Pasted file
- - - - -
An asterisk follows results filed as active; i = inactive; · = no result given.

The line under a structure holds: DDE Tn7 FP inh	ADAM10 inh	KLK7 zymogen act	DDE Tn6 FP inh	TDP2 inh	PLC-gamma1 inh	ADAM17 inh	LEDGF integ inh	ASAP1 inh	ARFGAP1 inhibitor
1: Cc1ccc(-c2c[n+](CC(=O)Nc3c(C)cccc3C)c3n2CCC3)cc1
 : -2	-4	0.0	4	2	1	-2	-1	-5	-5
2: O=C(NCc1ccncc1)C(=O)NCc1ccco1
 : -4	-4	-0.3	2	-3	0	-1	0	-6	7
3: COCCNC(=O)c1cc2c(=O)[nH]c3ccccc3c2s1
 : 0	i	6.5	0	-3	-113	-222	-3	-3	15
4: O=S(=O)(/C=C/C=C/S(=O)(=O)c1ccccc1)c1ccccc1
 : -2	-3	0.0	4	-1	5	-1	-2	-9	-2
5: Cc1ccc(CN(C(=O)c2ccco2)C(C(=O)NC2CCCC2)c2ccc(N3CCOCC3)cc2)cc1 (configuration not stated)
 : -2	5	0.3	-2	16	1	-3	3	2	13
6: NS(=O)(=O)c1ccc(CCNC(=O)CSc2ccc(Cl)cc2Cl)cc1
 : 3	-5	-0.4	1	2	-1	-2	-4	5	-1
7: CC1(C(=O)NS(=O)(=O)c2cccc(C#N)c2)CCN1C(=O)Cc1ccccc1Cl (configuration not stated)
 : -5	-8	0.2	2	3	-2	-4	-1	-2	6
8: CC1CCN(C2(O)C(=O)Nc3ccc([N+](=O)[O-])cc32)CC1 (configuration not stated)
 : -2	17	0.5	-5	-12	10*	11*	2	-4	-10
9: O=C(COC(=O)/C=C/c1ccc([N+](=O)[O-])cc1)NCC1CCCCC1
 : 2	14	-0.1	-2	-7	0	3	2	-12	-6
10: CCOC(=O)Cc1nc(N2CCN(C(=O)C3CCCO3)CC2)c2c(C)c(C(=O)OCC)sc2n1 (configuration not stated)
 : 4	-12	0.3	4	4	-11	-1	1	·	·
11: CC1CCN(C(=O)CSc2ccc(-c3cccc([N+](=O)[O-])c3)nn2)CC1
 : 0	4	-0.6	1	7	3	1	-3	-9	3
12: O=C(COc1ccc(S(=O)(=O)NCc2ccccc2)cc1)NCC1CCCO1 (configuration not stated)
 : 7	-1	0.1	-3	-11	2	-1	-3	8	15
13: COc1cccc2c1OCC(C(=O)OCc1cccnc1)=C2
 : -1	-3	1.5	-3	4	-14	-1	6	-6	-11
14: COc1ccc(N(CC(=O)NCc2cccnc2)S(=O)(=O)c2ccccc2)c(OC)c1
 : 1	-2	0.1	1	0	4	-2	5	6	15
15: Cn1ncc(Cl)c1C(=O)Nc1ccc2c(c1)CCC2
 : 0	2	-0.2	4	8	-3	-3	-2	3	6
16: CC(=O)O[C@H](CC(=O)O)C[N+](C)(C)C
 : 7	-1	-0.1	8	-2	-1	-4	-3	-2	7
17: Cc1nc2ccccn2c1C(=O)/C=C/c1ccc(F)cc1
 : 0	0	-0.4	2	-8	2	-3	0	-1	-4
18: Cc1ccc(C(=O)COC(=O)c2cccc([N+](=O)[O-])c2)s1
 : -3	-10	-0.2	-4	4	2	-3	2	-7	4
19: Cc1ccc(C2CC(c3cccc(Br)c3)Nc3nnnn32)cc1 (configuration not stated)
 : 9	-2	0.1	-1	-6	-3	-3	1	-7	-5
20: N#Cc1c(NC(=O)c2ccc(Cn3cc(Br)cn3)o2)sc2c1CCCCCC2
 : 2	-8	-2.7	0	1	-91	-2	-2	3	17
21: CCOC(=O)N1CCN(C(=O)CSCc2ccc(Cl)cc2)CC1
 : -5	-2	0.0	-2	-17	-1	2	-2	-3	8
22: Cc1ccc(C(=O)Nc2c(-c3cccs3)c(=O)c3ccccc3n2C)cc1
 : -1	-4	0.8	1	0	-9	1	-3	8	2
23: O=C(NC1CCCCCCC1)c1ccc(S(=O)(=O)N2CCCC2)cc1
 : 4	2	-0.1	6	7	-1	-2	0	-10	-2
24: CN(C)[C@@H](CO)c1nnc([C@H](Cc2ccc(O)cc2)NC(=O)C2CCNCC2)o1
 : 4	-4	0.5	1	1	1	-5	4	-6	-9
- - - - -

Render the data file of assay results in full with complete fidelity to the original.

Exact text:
An asterisk follows results filed as active; i = inactive; · = no result given.

The line under a structure holds: DDE Tn7 FP inh	ADAM10 inh	KLK7 zymogen act	DDE Tn6 FP inh	TDP2 inh	PLC-gamma1 inh	ADAM17 inh	LEDGF integ inh	ASAP1 inh	ARFGAP1 inhibitor
1: Cc1ccc(-c2c[n+](CC(=O)Nc3c(C)cccc3C)c3n2CCC3)cc1
 : -2	-4	0.0	4	2	1	-2	-1	-5	-5
2: O=C(NCc1ccncc1)C(=O)NCc1ccco1
 : -4	-4	-0.3	2	-3	0	-1	0	-6	7
3: COCCNC(=O)c1cc2c(=O)[nH]c3ccccc3c2s1
 : 0	i	6.5	0	-3	-113	-222	-3	-3	15
4: O=S(=O)(/C=C/C=C/S(=O)(=O)c1ccccc1)c1ccccc1
 : -2	-3	0.0	4	-1	5	-1	-2	-9	-2
5: Cc1ccc(CN(C(=O)c2ccco2)C(C(=O)NC2CCCC2)c2ccc(N3CCOCC3)cc2)cc1 (configuration not stated)
 : -2	5	0.3	-2	16	1	-3	3	2	13
6: NS(=O)(=O)c1ccc(CCNC(=O)CSc2ccc(Cl)cc2Cl)cc1
 : 3	-5	-0.4	1	2	-1	-2	-4	5	-1
7: CC1(C(=O)NS(=O)(=O)c2cccc(C#N)c2)CCN1C(=O)Cc1ccccc1Cl (configuration not stated)
 : -5	-8	0.2	2	3	-2	-4	-1	-2	6
8: CC1CCN(C2(O)C(=O)Nc3ccc([N+](=O)[O-])cc32)CC1 (configuration not stated)
 : -2	17	0.5	-5	-12	10*	11*	2	-4	-10
9: O=C(COC(=O)/C=C/c1ccc([N+](=O)[O-])cc1)NCC1CCCCC1
 : 2	14	-0.1	-2	-7	0	3	2	-12	-6
10: CCOC(=O)Cc1nc(N2CCN(C(=O)C3CCCO3)CC2)c2c(C)c(C(=O)OCC)sc2n1 (configuration not stated)
 : 4	-12	0.3	4	4	-11	-1	1	·	·
11: CC1CCN(C(=O)CSc2ccc(-c3cccc([N+](=O)[O-])c3)nn2)CC1
 : 0	4	-0.6	1	7	3	1	-3	-9	3
12: O=C(COc1ccc(S(=O)(=O)NCc2ccccc2)cc1)NCC1CCCO1 (configuration not stated)
 : 7	-1	0.1	-3	-11	2	-1	-3	8	15
13: COc1cccc2c1OCC(C(=O)OCc1cccnc1)=C2
 : -1	-3	1.5	-3	4	-14	-1	6	-6	-11
14: COc1ccc(N(CC(=O)NCc2cccnc2)S(=O)(=O)c2ccccc2)c(OC)c1
 : 1	-2	0.1	1	0	4	-2	5	6	15
15: Cn1ncc(Cl)c1C(=O)Nc1ccc2c(c1)CCC2
 : 0	2	-0.2	4	8	-3	-3	-2	3	6
16: CC(=O)O[C@H](CC(=O)O)C[N+](C)(C)C
 : 7	-1	-0.1	8	-2	-1	-4	-3	-2	7
17: Cc1nc2ccccn2c1C(=O)/C=C/c1ccc(F)cc1
 : 0	0	-0.4	2	-8	2	-3	0	-1	-4
18: Cc1ccc(C(=O)COC(=O)c2cccc([N+](=O)[O-])c2)s1
 : -3	-10	-0.2	-4	4	2	-3	2	-7	4
19: Cc1ccc(C2CC(c3cccc(Br)c3)Nc3nnnn32)cc1 (configuration not stated)
 : 9	-2	0.1	-1	-6	-3	-3	1	-7	-5
20: N#Cc1c(NC(=O)c2ccc(Cn3cc(Br)cn3)o2)sc2c1CCCCCC2
 : 2	-8	-2.7	0	1	-91	-2	-2	3	17
21: CCOC(=O)N1CCN(C(=O)CSCc2ccc(Cl)cc2)CC1
 : -5	-2	0.0	-2	-17	-1	2	-2	-3	8
22: Cc1ccc(C(=O)Nc2c(-c3cccs3)c(=O)c3ccccc3n2C)cc1
 : -1	-4	0.8	1	0	-9	1	-3	8	2
23: O=C(NC1CCCCCCC1)c1ccc(S(=O)(=O)N2CCCC2)cc1
 : 4	2	-0.1	6	7	-1	-2	0	-10	-2
24: CN(C)[C@@H](CO)c1nnc([C@H](Cc2ccc(O)cc2)NC(=O)C2CCNCC2)o1
 : 4	-4	0.5	1	1	1	-5	4	-6	-9